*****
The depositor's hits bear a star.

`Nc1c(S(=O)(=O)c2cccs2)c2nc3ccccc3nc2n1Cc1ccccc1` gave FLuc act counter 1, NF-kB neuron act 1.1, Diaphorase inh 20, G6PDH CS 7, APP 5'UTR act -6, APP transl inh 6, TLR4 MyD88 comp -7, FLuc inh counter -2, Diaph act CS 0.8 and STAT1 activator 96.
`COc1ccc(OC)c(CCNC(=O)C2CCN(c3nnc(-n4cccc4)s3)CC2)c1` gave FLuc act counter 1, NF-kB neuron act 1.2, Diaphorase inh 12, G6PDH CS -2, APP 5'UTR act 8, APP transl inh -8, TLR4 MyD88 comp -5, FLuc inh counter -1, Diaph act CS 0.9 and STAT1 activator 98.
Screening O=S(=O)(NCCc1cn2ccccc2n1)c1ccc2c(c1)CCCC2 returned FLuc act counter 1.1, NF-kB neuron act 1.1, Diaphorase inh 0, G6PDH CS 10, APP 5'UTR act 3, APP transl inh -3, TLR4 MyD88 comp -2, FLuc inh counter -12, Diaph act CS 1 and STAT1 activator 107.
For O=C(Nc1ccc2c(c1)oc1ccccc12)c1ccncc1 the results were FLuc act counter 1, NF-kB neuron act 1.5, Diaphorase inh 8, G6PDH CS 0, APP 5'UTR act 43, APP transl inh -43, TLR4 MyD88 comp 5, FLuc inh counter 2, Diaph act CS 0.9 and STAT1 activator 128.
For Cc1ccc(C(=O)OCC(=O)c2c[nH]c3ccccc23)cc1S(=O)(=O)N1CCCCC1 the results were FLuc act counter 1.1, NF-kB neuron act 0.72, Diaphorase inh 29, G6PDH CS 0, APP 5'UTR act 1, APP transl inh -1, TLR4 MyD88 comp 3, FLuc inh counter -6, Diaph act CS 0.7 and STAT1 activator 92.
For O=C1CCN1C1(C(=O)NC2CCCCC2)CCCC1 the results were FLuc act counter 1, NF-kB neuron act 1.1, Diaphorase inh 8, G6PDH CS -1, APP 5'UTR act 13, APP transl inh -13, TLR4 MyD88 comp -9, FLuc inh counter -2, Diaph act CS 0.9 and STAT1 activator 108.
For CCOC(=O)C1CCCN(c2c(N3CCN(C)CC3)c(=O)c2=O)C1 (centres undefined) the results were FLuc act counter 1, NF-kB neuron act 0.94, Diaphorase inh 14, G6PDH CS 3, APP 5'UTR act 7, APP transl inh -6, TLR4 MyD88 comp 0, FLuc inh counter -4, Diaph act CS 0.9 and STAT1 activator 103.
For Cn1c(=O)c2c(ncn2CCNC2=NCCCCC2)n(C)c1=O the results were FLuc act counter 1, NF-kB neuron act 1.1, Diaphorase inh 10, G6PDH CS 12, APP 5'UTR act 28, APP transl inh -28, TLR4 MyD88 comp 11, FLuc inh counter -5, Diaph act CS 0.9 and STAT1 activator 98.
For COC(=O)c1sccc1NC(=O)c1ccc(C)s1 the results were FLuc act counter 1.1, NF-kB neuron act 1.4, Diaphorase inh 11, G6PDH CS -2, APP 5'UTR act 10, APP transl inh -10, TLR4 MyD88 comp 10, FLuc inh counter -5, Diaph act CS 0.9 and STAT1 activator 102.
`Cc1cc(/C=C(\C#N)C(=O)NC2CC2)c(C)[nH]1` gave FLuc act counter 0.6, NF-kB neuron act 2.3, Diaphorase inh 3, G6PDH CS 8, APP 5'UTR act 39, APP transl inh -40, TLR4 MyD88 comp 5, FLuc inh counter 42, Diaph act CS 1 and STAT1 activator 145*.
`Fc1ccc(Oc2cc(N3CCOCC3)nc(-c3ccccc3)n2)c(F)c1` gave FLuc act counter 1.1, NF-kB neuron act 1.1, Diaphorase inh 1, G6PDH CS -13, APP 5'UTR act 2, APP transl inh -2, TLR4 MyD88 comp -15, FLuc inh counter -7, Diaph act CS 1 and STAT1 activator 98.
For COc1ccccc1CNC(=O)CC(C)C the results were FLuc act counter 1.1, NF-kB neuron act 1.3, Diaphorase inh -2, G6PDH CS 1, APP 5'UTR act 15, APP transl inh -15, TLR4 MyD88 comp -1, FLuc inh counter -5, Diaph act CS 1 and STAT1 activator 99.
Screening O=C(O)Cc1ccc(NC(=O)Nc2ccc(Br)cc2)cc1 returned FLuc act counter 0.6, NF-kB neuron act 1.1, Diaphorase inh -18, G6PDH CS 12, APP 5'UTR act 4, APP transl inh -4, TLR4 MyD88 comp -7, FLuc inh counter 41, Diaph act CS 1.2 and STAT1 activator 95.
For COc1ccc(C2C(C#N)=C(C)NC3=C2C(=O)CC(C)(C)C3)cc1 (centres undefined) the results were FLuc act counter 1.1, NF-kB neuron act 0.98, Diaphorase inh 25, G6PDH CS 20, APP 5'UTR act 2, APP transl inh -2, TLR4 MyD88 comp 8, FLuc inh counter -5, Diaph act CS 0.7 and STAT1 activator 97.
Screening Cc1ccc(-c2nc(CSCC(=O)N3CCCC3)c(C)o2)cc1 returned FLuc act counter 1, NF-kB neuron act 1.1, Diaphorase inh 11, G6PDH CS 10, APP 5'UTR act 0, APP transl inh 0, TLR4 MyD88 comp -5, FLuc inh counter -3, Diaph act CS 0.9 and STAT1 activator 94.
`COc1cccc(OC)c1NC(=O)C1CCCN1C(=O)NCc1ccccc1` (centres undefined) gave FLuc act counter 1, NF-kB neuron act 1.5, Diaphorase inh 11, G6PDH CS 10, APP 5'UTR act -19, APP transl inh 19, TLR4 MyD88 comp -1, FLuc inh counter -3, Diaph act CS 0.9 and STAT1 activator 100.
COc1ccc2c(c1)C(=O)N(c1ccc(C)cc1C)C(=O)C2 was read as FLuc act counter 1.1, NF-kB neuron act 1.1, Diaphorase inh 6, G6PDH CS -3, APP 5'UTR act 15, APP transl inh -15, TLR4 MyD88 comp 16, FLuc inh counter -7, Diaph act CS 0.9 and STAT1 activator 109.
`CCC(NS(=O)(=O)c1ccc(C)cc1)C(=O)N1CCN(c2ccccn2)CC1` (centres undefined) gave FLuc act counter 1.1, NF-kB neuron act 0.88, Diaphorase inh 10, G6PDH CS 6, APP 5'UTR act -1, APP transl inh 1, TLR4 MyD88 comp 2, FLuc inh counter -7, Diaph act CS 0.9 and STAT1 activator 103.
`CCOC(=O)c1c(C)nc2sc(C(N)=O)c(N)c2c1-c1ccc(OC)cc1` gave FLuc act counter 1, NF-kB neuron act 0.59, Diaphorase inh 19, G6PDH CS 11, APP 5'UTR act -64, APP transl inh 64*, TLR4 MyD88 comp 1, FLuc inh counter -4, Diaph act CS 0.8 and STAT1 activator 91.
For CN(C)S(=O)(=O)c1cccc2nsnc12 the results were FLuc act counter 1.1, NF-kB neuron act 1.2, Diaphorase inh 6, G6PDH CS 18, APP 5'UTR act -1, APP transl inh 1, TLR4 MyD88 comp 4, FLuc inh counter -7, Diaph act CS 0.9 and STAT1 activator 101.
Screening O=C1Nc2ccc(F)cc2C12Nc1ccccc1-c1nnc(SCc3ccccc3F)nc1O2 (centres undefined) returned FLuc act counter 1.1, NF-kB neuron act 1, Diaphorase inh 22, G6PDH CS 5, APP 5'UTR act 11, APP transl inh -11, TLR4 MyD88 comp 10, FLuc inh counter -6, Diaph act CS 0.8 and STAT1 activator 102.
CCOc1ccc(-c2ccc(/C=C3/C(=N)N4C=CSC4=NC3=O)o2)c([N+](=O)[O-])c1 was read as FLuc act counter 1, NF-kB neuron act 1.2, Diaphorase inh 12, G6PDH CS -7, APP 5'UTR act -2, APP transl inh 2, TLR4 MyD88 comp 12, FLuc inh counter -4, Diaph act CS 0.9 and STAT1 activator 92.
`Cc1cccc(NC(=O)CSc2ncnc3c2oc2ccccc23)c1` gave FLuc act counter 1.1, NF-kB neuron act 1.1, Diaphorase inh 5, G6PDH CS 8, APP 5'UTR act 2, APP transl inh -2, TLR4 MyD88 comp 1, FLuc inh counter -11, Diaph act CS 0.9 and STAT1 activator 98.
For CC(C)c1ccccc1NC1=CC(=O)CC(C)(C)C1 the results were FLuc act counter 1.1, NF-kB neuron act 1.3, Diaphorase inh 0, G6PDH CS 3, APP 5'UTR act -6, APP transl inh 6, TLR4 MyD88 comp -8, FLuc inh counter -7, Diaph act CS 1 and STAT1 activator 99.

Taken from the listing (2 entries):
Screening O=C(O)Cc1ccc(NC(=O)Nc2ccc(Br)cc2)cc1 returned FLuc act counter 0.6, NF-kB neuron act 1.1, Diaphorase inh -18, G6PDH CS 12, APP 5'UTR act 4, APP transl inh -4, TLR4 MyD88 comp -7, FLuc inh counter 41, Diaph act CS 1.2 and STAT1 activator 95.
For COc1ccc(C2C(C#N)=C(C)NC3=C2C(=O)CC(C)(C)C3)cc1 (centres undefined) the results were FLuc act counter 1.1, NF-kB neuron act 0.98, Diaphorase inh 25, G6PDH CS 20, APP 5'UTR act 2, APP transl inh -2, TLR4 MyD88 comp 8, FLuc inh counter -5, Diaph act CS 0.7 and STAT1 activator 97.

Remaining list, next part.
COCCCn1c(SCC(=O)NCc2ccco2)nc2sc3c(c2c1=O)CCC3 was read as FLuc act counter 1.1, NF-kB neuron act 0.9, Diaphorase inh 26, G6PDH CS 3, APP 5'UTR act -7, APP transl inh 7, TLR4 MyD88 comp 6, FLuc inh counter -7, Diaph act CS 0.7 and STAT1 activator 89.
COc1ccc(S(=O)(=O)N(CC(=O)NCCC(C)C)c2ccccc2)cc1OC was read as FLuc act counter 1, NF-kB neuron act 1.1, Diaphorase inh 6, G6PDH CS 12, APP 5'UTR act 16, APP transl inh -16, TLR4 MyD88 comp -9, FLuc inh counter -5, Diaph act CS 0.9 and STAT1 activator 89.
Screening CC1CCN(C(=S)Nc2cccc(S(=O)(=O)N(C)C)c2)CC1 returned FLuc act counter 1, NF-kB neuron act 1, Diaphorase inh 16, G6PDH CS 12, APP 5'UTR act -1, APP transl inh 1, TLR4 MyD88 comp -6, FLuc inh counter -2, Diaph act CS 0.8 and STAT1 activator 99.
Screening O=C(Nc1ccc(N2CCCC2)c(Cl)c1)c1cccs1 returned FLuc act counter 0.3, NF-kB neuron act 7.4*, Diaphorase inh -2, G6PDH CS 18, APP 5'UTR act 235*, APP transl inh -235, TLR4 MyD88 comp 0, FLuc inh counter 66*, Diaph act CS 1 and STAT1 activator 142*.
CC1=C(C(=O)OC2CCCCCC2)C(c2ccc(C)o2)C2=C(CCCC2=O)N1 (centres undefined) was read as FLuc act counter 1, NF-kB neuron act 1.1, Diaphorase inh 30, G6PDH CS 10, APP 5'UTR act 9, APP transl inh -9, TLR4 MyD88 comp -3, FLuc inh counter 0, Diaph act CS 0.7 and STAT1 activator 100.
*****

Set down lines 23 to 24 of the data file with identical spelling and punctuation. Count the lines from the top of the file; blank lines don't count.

CCOc1ccc(-c2ccc(/C=C3/C(=N)N4C=CSC4=NC3=O)o2)c([N+](=O)[O-])c1 was read as FLuc act counter 1, NF-kB neuron act 1.2, Diaphorase inh 12, G6PDH CS -7, APP 5'UTR act -2, APP transl inh 2, TLR4 MyD88 comp 12, FLuc inh counter -4, Diaph act CS 0.9 and STAT1 activator 92.
`Cc1cccc(NC(=O)CSc2ncnc3c2oc2ccccc23)c1` gave FLuc act counter 1.1, NF-kB neuron act 1.1, Diaphorase inh 5, G6PDH CS 8, APP 5'UTR act 2, APP transl inh -2, TLR4 MyD88 comp 1, FLuc inh counter -11, Diaph act CS 0.9 and STAT1 activator 98.